Moving forward into my adult life, I can honestly say if it wasn’t for fishing I probably wouldn’t be married to the woman I am. My wife and I met at a summer youth camp years ago and forged a friendship that continued on (in the form of fishing trips each summer) into our early adulthood. Tiffany used to come stay with us a week or two during the summer to help as a deckhand on big fishing trips. Her obsession with the outdoors is what fueled my interest in her and the fact the she hunted and fished made her perfect for me. The older we got, the more time we spent together during those summers and we’ve literally grown up together (as a couple) embracing the outdoors.
This beautiful woman stole my heart not only by harvesting a deer before me at the tender age of 8 years old (seriously, that’s a big deal when you’re a country boy – for a city girl that’s 2 years younger to shoot a deer earlier in life)… but she also knew how to fly fish before me and loved to deckhand chartered trips with Mom and Dad. By the time we were in our mid-teens, we were dear friends. It wasn’t until our late teens that her and I started dating.. and seeing as how she could’ve had any trust-fund type she wanted and still chose my country-self, just drove it home even harder; I’m lucky beyond words to be married to such an extraordinary woman. The mutual passion of fishing and the outdoors in general is what allowed us to stay in communication before internet and cell phones were commonplace. When I say I wouldn’t be married to my wife if it wasn’t for fishing, I mean every word of it.
No matter the time of year, our family was ALWAYS in fish. Bass, sandies, striper, crappie, cats, trout, redfish, flounder, etc.., we chased fish all across Texas. Dad always made sure that we were on fish when went out as a family. I was spoiled to amazing fishing as a child and perhaps it’s that unbelievable fishing success that fueled my obsessive fishing passion. Nobody’d believe the amount of BIG FISH we caught as a family. Many, many years, Dad spent 300+ days on the water. When he told the family to load up for a fishing trip, you could bet some insane action was in store. To say my father was my hero would be an understatement and I can’t imagine a young boy admiring his father more than I admired mine. We fished from FAR west Texas all the way down to Port Arthur and though we were actually struggling as a family (financially), we were filthy rich as far as I was concerned.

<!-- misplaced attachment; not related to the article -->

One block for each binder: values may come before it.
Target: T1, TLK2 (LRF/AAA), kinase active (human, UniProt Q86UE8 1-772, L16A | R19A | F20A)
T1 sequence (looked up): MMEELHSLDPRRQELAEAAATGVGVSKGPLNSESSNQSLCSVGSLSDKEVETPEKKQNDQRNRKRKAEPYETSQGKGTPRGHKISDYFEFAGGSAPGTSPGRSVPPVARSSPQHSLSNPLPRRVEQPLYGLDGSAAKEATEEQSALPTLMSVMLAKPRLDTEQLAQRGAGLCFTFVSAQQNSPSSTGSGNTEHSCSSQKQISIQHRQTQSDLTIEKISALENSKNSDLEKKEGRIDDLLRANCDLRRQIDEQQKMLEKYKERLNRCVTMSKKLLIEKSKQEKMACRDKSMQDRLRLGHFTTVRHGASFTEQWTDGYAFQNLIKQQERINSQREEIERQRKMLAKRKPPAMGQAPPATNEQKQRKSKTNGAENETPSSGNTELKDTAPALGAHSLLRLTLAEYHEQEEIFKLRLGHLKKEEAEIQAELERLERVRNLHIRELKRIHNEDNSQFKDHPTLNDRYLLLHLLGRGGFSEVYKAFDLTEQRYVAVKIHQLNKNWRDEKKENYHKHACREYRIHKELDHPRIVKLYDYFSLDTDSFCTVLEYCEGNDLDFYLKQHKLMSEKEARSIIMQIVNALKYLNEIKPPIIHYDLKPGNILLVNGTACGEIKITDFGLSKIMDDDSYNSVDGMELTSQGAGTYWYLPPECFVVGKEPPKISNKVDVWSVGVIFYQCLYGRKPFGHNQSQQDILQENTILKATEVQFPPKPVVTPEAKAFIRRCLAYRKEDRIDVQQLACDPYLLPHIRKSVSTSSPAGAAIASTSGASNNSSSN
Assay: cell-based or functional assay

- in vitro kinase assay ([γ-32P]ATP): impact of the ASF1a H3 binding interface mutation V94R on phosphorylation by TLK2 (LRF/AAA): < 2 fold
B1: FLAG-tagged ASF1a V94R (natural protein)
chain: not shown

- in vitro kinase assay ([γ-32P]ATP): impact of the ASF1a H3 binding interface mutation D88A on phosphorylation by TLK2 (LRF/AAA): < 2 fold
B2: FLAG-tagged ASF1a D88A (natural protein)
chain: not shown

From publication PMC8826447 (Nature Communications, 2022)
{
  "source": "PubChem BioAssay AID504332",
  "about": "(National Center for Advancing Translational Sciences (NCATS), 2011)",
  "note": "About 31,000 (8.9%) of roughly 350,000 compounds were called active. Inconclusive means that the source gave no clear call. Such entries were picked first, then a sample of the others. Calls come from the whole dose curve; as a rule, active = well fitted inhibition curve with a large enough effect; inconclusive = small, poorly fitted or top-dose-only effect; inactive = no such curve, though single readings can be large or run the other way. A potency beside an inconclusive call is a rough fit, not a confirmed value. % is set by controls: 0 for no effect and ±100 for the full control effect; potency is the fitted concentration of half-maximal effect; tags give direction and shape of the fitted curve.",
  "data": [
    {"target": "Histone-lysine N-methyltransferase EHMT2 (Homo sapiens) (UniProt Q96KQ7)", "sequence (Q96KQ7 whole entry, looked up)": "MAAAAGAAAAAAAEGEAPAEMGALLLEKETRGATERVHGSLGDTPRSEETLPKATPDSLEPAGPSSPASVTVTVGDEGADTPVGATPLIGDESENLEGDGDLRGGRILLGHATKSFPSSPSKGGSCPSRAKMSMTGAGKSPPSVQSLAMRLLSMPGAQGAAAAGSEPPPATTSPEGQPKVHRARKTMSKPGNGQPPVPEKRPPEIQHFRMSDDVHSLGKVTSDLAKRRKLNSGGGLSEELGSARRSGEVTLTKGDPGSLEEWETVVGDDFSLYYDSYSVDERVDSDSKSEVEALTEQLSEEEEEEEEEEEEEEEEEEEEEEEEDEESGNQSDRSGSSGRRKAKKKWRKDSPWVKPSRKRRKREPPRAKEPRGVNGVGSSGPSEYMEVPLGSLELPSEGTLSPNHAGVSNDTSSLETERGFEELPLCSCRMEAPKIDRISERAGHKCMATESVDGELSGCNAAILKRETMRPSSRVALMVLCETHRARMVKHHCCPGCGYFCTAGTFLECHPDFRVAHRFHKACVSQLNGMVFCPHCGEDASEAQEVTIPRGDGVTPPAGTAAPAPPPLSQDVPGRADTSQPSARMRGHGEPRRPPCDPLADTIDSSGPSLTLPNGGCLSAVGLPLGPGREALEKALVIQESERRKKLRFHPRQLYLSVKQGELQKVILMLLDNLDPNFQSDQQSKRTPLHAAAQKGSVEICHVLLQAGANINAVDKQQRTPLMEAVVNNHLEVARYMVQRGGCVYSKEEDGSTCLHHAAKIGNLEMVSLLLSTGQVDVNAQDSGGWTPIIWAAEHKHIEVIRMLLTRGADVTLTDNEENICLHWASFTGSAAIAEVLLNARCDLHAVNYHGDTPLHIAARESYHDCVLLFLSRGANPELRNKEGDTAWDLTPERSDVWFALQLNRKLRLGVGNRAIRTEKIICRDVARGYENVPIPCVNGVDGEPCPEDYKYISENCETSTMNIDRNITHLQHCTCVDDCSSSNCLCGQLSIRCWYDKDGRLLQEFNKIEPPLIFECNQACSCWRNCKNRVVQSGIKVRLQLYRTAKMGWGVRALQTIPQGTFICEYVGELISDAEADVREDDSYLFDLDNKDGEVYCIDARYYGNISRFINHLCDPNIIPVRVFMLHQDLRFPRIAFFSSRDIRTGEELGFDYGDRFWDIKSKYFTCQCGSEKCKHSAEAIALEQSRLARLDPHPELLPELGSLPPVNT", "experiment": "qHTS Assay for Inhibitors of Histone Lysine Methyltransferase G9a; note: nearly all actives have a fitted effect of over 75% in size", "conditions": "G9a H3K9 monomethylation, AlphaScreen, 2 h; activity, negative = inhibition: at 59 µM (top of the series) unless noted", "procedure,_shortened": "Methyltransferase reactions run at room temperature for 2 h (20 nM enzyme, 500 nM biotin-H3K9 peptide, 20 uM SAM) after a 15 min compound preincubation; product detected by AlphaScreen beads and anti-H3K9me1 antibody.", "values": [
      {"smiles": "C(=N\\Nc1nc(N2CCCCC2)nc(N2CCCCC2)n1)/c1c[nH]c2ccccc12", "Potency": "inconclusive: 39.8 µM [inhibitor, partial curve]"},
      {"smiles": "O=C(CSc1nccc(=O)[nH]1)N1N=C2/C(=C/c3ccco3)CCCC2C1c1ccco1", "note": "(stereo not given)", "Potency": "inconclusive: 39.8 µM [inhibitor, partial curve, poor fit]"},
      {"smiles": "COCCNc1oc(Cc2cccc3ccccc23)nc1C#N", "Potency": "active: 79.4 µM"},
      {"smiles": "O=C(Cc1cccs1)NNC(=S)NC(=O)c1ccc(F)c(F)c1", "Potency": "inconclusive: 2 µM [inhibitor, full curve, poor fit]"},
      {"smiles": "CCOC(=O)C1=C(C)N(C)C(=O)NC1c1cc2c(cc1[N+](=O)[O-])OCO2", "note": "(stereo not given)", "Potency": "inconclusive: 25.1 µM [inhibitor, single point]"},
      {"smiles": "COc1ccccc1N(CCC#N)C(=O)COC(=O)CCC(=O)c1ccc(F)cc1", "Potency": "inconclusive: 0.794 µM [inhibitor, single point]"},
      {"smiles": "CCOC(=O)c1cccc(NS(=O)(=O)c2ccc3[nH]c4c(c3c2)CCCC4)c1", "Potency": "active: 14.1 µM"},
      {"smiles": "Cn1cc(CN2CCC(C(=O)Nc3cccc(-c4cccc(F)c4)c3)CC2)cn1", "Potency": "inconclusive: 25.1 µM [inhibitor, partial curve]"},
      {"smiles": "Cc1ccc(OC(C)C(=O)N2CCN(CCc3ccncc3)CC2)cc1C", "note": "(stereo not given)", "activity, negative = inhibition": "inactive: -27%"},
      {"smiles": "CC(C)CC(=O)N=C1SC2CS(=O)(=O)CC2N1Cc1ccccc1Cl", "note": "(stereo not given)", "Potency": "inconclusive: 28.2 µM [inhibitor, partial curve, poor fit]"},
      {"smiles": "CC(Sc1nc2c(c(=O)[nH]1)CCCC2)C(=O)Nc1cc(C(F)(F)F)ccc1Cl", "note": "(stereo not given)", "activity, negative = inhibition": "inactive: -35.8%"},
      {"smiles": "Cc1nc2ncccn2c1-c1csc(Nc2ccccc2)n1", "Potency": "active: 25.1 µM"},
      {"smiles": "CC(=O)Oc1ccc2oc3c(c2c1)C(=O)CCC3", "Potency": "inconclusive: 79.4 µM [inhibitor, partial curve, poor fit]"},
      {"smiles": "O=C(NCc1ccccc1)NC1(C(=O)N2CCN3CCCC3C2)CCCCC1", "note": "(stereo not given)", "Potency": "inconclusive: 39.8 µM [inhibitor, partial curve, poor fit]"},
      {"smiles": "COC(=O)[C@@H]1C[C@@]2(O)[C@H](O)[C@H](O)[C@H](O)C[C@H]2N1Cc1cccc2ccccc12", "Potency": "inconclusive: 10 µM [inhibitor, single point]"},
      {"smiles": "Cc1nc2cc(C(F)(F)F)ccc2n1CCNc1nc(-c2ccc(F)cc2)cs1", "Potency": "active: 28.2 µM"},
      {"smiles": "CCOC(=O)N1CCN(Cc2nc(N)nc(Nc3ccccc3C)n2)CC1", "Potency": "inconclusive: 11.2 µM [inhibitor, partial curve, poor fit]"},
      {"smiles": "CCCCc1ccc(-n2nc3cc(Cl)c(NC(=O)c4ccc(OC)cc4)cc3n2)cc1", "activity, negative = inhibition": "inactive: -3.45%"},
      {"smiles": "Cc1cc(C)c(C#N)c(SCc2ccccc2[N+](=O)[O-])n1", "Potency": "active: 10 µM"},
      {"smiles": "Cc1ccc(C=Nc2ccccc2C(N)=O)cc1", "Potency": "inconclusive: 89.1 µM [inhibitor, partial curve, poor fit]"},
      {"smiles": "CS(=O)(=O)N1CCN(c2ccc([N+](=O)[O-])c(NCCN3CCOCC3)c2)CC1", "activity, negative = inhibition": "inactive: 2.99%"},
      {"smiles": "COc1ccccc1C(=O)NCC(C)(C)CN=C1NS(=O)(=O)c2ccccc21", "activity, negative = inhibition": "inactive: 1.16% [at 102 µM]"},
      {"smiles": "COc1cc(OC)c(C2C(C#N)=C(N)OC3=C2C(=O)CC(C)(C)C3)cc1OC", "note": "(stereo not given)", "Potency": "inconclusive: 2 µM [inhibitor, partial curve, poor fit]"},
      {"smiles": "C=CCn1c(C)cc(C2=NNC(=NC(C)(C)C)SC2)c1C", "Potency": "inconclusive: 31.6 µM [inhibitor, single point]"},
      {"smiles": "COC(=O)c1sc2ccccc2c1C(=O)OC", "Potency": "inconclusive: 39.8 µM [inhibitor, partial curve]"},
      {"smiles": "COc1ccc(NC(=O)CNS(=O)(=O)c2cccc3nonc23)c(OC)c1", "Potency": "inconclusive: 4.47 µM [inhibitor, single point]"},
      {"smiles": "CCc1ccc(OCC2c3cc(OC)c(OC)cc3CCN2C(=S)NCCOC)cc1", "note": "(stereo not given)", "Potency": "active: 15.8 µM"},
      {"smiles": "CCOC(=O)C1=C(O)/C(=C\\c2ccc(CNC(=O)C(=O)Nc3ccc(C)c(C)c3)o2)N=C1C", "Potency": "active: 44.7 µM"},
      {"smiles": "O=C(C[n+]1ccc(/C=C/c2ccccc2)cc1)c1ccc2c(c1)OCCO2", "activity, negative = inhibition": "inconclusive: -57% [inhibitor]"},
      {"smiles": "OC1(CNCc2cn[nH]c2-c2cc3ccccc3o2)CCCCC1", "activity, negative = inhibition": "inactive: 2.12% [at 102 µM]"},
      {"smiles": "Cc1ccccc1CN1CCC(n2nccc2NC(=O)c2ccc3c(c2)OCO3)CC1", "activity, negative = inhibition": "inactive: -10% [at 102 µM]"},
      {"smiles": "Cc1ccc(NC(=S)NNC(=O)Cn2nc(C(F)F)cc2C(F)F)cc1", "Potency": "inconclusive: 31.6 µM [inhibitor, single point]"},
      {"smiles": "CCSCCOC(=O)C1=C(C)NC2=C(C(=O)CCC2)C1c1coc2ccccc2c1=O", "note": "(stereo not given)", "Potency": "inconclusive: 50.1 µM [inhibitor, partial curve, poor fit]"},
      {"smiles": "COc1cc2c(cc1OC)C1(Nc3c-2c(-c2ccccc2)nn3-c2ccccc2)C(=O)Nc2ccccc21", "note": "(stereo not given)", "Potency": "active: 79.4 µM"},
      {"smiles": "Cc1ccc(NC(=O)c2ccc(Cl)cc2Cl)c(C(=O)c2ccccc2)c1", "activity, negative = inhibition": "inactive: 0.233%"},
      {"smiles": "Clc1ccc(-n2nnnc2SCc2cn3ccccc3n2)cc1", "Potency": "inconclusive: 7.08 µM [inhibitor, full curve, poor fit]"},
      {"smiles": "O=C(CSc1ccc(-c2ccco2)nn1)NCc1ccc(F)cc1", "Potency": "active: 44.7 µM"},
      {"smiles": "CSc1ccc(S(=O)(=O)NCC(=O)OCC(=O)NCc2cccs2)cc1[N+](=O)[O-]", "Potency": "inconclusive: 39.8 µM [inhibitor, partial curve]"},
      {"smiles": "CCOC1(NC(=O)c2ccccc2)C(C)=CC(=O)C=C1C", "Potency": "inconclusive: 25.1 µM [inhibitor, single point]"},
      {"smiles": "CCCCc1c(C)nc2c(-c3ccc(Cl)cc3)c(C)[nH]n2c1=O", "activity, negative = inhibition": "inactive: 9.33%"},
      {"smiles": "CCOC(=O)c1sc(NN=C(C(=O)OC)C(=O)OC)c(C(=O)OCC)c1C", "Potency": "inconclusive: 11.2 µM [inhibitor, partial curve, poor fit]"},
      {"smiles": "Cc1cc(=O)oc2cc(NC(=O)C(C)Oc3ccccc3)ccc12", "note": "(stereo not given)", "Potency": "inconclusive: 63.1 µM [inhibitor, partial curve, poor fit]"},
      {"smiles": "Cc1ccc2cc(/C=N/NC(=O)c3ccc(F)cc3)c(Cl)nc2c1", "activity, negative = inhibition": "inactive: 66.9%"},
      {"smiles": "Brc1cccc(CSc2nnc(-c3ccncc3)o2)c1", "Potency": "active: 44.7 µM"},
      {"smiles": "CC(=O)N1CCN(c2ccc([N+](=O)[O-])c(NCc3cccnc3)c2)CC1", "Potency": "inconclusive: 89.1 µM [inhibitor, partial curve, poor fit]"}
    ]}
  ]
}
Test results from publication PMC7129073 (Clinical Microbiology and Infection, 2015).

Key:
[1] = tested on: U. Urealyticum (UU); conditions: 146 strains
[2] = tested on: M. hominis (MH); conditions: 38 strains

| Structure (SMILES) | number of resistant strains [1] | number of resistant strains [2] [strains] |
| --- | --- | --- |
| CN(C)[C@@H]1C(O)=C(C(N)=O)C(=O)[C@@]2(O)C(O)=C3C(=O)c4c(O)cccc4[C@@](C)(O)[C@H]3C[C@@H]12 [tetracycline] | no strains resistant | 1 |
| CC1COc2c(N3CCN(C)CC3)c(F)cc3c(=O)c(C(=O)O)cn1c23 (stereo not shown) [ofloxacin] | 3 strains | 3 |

When Dad started his guide business, his name quickly evolved to “Jiggin Jerry.” Didn’t matter if it was a rubber-skirted bass jig or a good ole’ Fle-Fly crappie jig, if Dad was fishing it, he was catching something. I remember many, many mornings of flounder jigging with Dad… That’s right, we pretty well caught any fish we’ve ever targeted with one type of jig or another.
When I decided to build a website for my jig making, the domain name was a no-brainer for me. I called my brother to see if he agreed on using the namesake and he loved the idea. Jiggin Jerry was my Dad’s fishing handle my entire life and I venture to say there was a time he was known better as “Jiggin” than Jerry. I can’t think of a better web address to sell my jigs….. to sell “Jerry’s Jigs” (also named in honor of my old man)…
In Loving Memory of “Jiggin” Jerry Taylor
(April 1953 – January 2015)
….and Lisa Michelle Taylor
(October 1960 – August 2010)
I consider this website an ode not only to my father, but also my mother, who helped Dad establish his brand so long ago. Not only was she supportive of his career (initially, when others mocked the idea), but she helped him as a deckhand for the two decades “Jiggin” Jerry graced the water. Those of us fortunate to know her can still hear her smilin…. =]
I genuinely pray God grants me the ability to provide the quality of customer service my parents did for theirs and the gift of raising my children in a similar manner as I was raised. This way of life is the one God created us for and the one my family was made to embrace… We respect our fellow man and show kindness to everyone, all walks of life. Our only aim is to bring others TRUE joy by educating them with this highly cherished family tradition.
(Thank you God for the path you’ve chosen for me. )